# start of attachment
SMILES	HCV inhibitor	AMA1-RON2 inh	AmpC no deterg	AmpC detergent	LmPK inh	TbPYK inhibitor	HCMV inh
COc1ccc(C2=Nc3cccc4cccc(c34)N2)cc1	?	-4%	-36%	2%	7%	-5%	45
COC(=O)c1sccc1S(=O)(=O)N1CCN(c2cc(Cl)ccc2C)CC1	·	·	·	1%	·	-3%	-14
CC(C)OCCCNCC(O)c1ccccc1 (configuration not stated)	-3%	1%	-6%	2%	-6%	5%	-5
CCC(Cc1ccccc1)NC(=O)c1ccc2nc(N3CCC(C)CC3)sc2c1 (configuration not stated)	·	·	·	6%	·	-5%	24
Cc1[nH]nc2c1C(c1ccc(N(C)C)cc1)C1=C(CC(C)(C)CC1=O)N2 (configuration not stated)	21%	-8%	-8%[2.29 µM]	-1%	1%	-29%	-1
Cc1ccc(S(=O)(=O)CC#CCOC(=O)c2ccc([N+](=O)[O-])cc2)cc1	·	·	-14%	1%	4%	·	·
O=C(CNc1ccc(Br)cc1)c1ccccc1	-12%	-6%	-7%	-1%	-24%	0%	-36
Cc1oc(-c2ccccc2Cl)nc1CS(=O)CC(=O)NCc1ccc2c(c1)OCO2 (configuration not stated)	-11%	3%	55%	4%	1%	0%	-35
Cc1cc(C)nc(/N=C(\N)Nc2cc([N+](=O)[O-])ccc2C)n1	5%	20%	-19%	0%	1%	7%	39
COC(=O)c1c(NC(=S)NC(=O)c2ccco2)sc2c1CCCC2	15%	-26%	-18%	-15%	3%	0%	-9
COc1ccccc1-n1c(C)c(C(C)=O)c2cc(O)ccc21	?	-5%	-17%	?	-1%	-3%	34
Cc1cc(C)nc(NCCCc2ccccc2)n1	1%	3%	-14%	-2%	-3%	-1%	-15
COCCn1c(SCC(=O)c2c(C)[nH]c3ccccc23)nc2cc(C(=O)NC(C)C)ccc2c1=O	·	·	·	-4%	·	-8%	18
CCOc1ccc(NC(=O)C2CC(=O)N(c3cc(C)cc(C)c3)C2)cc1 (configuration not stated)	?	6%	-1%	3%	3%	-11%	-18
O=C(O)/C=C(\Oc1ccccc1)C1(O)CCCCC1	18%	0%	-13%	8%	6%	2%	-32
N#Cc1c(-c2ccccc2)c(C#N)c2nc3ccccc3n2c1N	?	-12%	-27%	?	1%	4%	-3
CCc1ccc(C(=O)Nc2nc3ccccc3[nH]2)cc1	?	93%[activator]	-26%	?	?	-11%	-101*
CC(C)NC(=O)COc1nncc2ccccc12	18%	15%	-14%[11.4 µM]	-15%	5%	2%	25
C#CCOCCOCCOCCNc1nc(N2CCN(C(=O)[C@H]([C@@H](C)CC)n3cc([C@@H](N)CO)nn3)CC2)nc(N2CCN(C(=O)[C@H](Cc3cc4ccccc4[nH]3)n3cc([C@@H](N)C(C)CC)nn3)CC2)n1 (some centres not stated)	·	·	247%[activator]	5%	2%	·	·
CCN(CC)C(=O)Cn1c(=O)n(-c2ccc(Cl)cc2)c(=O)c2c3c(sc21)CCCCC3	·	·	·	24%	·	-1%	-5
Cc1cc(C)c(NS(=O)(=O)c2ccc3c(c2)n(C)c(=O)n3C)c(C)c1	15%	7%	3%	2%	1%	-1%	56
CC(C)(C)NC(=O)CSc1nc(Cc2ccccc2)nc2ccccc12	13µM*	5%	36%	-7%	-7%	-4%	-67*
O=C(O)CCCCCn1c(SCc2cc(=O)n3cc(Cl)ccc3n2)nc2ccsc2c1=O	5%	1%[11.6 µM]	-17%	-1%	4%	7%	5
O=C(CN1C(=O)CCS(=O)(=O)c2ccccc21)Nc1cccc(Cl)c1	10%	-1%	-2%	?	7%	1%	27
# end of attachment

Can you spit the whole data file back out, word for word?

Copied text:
SMILES	HCV inhibitor	AMA1-RON2 inh	AmpC no deterg	AmpC detergent	LmPK inh	TbPYK inhibitor	HCMV inh
COc1ccc(C2=Nc3cccc4cccc(c34)N2)cc1	?	-4%	-36%	2%	7%	-5%	45
COC(=O)c1sccc1S(=O)(=O)N1CCN(c2cc(Cl)ccc2C)CC1	·	·	·	1%	·	-3%	-14
CC(C)OCCCNCC(O)c1ccccc1 (configuration not stated)	-3%	1%	-6%	2%	-6%	5%	-5
CCC(Cc1ccccc1)NC(=O)c1ccc2nc(N3CCC(C)CC3)sc2c1 (configuration not stated)	·	·	·	6%	·	-5%	24
Cc1[nH]nc2c1C(c1ccc(N(C)C)cc1)C1=C(CC(C)(C)CC1=O)N2 (configuration not stated)	21%	-8%	-8%[2.29 µM]	-1%	1%	-29%	-1
Cc1ccc(S(=O)(=O)CC#CCOC(=O)c2ccc([N+](=O)[O-])cc2)cc1	·	·	-14%	1%	4%	·	·
O=C(CNc1ccc(Br)cc1)c1ccccc1	-12%	-6%	-7%	-1%	-24%	0%	-36
Cc1oc(-c2ccccc2Cl)nc1CS(=O)CC(=O)NCc1ccc2c(c1)OCO2 (configuration not stated)	-11%	3%	55%	4%	1%	0%	-35
Cc1cc(C)nc(/N=C(\N)Nc2cc([N+](=O)[O-])ccc2C)n1	5%	20%	-19%	0%	1%	7%	39
COC(=O)c1c(NC(=S)NC(=O)c2ccco2)sc2c1CCCC2	15%	-26%	-18%	-15%	3%	0%	-9
COc1ccccc1-n1c(C)c(C(C)=O)c2cc(O)ccc21	?	-5%	-17%	?	-1%	-3%	34
Cc1cc(C)nc(NCCCc2ccccc2)n1	1%	3%	-14%	-2%	-3%	-1%	-15
COCCn1c(SCC(=O)c2c(C)[nH]c3ccccc23)nc2cc(C(=O)NC(C)C)ccc2c1=O	·	·	·	-4%	·	-8%	18
CCOc1ccc(NC(=O)C2CC(=O)N(c3cc(C)cc(C)c3)C2)cc1 (configuration not stated)	?	6%	-1%	3%	3%	-11%	-18
O=C(O)/C=C(\Oc1ccccc1)C1(O)CCCCC1	18%	0%	-13%	8%	6%	2%	-32
N#Cc1c(-c2ccccc2)c(C#N)c2nc3ccccc3n2c1N	?	-12%	-27%	?	1%	4%	-3
CCc1ccc(C(=O)Nc2nc3ccccc3[nH]2)cc1	?	93%[activator]	-26%	?	?	-11%	-101*
CC(C)NC(=O)COc1nncc2ccccc12	18%	15%	-14%[11.4 µM]	-15%	5%	2%	25
C#CCOCCOCCOCCNc1nc(N2CCN(C(=O)[C@H]([C@@H](C)CC)n3cc([C@@H](N)CO)nn3)CC2)nc(N2CCN(C(=O)[C@H](Cc3cc4ccccc4[nH]3)n3cc([C@@H](N)C(C)CC)nn3)CC2)n1 (some centres not stated)	·	·	247%[activator]	5%	2%	·	·
CCN(CC)C(=O)Cn1c(=O)n(-c2ccc(Cl)cc2)c(=O)c2c3c(sc21)CCCCC3	·	·	·	24%	·	-1%	-5
Cc1cc(C)c(NS(=O)(=O)c2ccc3c(c2)n(C)c(=O)n3C)c(C)c1	15%	7%	3%	2%	1%	-1%	56
CC(C)(C)NC(=O)CSc1nc(Cc2ccccc2)nc2ccccc12	13µM*	5%	36%	-7%	-7%	-4%	-67*
O=C(O)CCCCCn1c(SCc2cc(=O)n3cc(Cl)ccc3n2)nc2ccsc2c1=O	5%	1%[11.6 µM]	-17%	-1%	4%	7%	5
O=C(CN1C(=O)CCS(=O)(=O)c2ccccc21)Nc1cccc(Cl)c1	10%	-1%	-2%	?	7%	1%	27